Augmentum Fintech (AUGM) aims to generate capital growth over the long term through investing in fast-growing and high-potential financial services technology businesses based predominantly in the UK and continental Europe.
Currently the portfolio constitutes investments in 18 companies, loosely grouped into banking services, ‘rails & infrastructure’ and asset/wealth management. This is in line with the objectives made at launch, with the anticipated number of holdings being between 15 and 20.
The managers of the trust are Tim Levene, Richard Matthews and Perry Blacher. They provided an update on the portfolio on 20 March, discussing the potential impact of COVID-19 on a number of their investee companies. They noted that companies representing c. 40% of NAV have experienced higher demand than in previous months.
As with any portfolio, there are likely to be those negatively and positively affected by the current crisis. Given the likely fall in overall business activity, our view is that it is perhaps fair to say that Zopa and iwoca – as lenders – could potentially be negatively affected by business failures. On the other hand, BullionVault and Grover look likely to be beneficiaries.
AUGM formally values its portfolio twice a year, the next valuation date being 31 March 2020, with the results expected to be announced in mid-June. The share price has been seriously impacted by recent market falls so that the discount, compared to the 30 September 2019 NAV, has reached c. 50%. The board has very recently exercised its buy-back powers for the first time, and bought back 50,000 shares.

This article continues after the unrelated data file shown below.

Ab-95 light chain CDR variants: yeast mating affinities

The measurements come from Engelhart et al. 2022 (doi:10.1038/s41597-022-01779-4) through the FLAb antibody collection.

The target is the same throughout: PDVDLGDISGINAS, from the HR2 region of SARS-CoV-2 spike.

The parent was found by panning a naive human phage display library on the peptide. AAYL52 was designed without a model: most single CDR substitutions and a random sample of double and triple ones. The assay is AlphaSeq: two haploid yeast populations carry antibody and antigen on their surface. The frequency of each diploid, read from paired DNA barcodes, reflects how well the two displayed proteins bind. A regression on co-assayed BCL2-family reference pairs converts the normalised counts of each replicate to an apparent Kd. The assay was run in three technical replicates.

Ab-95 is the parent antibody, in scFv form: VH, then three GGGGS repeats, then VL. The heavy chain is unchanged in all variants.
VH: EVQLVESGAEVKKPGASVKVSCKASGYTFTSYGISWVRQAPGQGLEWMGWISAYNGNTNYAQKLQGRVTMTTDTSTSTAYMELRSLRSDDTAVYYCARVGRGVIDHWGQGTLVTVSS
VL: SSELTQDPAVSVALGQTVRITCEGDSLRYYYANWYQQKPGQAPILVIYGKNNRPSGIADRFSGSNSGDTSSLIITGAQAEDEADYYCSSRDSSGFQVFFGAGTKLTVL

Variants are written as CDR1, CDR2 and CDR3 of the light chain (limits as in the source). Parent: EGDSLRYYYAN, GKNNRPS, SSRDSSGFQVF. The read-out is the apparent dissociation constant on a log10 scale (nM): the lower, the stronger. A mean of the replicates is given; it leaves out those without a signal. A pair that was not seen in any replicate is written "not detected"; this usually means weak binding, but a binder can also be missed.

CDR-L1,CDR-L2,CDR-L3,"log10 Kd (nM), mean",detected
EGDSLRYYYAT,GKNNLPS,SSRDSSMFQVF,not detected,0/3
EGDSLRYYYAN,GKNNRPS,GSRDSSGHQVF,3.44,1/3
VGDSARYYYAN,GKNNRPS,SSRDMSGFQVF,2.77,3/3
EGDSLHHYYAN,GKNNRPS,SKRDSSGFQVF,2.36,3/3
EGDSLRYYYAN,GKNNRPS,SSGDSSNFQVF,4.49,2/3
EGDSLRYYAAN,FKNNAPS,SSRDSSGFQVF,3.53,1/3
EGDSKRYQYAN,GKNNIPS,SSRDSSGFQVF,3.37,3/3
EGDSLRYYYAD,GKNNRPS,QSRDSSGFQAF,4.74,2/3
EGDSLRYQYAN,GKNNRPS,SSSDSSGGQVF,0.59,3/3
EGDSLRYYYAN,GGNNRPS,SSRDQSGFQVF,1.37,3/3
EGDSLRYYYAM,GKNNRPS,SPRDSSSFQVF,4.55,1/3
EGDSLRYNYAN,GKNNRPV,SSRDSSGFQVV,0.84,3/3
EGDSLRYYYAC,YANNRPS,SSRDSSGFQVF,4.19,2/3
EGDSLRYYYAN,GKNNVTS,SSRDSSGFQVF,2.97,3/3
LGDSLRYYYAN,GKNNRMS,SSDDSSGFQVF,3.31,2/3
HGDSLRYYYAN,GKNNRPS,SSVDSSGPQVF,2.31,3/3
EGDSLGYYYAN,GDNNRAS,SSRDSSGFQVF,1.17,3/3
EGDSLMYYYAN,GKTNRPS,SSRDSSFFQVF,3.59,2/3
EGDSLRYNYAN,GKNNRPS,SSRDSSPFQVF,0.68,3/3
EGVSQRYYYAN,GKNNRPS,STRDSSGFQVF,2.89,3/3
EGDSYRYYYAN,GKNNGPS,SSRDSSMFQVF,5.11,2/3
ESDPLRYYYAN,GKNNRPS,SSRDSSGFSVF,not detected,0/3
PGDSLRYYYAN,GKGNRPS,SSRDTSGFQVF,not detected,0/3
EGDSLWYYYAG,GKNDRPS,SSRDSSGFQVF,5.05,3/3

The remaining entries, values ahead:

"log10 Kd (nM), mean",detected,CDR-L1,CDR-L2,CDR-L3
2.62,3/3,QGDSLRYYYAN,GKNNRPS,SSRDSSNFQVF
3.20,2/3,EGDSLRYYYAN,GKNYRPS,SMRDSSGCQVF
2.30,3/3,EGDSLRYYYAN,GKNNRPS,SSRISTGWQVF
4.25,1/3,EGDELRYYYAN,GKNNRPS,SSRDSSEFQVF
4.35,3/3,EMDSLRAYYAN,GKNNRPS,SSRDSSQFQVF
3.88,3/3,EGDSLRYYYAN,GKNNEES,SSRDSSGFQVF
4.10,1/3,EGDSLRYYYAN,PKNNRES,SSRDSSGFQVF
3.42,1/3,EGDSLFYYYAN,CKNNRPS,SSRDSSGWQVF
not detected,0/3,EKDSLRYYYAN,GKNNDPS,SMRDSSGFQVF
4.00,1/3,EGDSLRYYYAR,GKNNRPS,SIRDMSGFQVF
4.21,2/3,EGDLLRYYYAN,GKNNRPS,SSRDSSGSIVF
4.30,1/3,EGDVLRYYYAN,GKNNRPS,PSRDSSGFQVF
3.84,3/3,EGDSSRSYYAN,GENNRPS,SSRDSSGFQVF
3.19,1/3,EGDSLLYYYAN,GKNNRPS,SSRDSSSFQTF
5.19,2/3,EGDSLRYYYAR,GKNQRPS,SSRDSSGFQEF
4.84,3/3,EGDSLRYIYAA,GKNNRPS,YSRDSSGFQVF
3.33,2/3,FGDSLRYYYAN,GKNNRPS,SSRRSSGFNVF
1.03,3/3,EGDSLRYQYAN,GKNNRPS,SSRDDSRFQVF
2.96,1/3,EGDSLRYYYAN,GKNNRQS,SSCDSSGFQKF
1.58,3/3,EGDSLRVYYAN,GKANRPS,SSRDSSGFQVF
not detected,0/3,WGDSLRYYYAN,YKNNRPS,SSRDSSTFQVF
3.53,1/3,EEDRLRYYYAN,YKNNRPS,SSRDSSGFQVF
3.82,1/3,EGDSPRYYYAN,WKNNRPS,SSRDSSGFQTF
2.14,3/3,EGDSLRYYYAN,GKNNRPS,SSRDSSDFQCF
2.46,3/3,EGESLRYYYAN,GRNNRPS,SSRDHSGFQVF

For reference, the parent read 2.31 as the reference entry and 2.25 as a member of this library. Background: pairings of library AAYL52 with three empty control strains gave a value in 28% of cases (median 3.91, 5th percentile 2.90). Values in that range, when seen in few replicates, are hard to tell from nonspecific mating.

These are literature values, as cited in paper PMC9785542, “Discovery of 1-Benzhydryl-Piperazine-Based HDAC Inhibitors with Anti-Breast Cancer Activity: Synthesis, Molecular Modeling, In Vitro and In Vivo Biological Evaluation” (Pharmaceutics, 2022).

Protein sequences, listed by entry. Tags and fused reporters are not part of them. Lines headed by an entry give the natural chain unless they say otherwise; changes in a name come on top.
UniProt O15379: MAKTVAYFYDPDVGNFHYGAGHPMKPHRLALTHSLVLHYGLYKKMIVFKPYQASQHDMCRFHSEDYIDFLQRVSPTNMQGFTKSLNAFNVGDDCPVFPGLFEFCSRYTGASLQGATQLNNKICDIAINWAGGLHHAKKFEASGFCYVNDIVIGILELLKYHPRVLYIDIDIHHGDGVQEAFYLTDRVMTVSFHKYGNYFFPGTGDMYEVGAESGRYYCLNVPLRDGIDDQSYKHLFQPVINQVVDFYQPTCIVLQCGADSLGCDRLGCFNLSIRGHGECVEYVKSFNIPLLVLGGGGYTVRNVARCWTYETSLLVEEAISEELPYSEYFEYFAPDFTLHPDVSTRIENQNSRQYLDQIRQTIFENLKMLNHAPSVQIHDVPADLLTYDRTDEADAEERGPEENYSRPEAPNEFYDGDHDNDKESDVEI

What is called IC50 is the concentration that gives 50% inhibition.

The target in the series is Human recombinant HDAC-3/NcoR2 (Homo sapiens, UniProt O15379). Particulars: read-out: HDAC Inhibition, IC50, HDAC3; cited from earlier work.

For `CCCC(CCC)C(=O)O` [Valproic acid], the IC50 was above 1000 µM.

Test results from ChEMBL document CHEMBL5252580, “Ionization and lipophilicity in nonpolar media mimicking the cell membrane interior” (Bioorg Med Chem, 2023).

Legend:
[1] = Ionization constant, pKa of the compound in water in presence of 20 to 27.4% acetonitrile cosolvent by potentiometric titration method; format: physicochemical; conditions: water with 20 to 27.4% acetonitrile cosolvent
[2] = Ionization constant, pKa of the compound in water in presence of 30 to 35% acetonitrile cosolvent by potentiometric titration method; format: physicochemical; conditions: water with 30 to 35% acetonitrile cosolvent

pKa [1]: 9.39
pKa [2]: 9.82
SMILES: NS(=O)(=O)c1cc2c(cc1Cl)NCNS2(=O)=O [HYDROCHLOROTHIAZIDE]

AUGM has a unique investment mandate and, as we illustrate in the Portfolio section, offers exposure to an exciting area over the medium to long term. At the time of the interims, AUGM commented that it had achieved an IRR of 19% on capital deployed since IPO. The difference between this rather impressive IRR and the NAV total return since launch of 13% (total, not per annum) can be accounted for by the cash drag. Relative to UK equities, this represents a good performance. However, it remains to be seen how the picture will change once the NAV at 31 March 2020 is announced (hopefully in mid-June).
Private-company investing is a long-term game, and it is hard to have an objective view of the success of the strategy over anything less than five years. Clearly, the short-term uncertainty is having a significant effect on the price, but the long-term drivers of the NAV will depend on whether the small, nimble companies in the portfolio can disrupt the incumbents in their markets, or create entirely new ones.
The current discount of c. 50% provides a certain margin of safety. However, it is worth noting that most of the underlying companies are loss-making, and will likely require further investment to be made profitable. As we discuss in the Gearing section, AUGM has cash of c. £14m (10% of assets) to support portfolio companies, plus permission to gear up to 10% of NAV.
|Unique mandate||Several higher-risk, loss-making companies in portfolio|
|High growth potential, with established portfolio||Hard to issue shares when trading on a deep discount to raise capital to support portfolio companies|
|Large discount to historical NAV||NAV calculations relatively infrequent|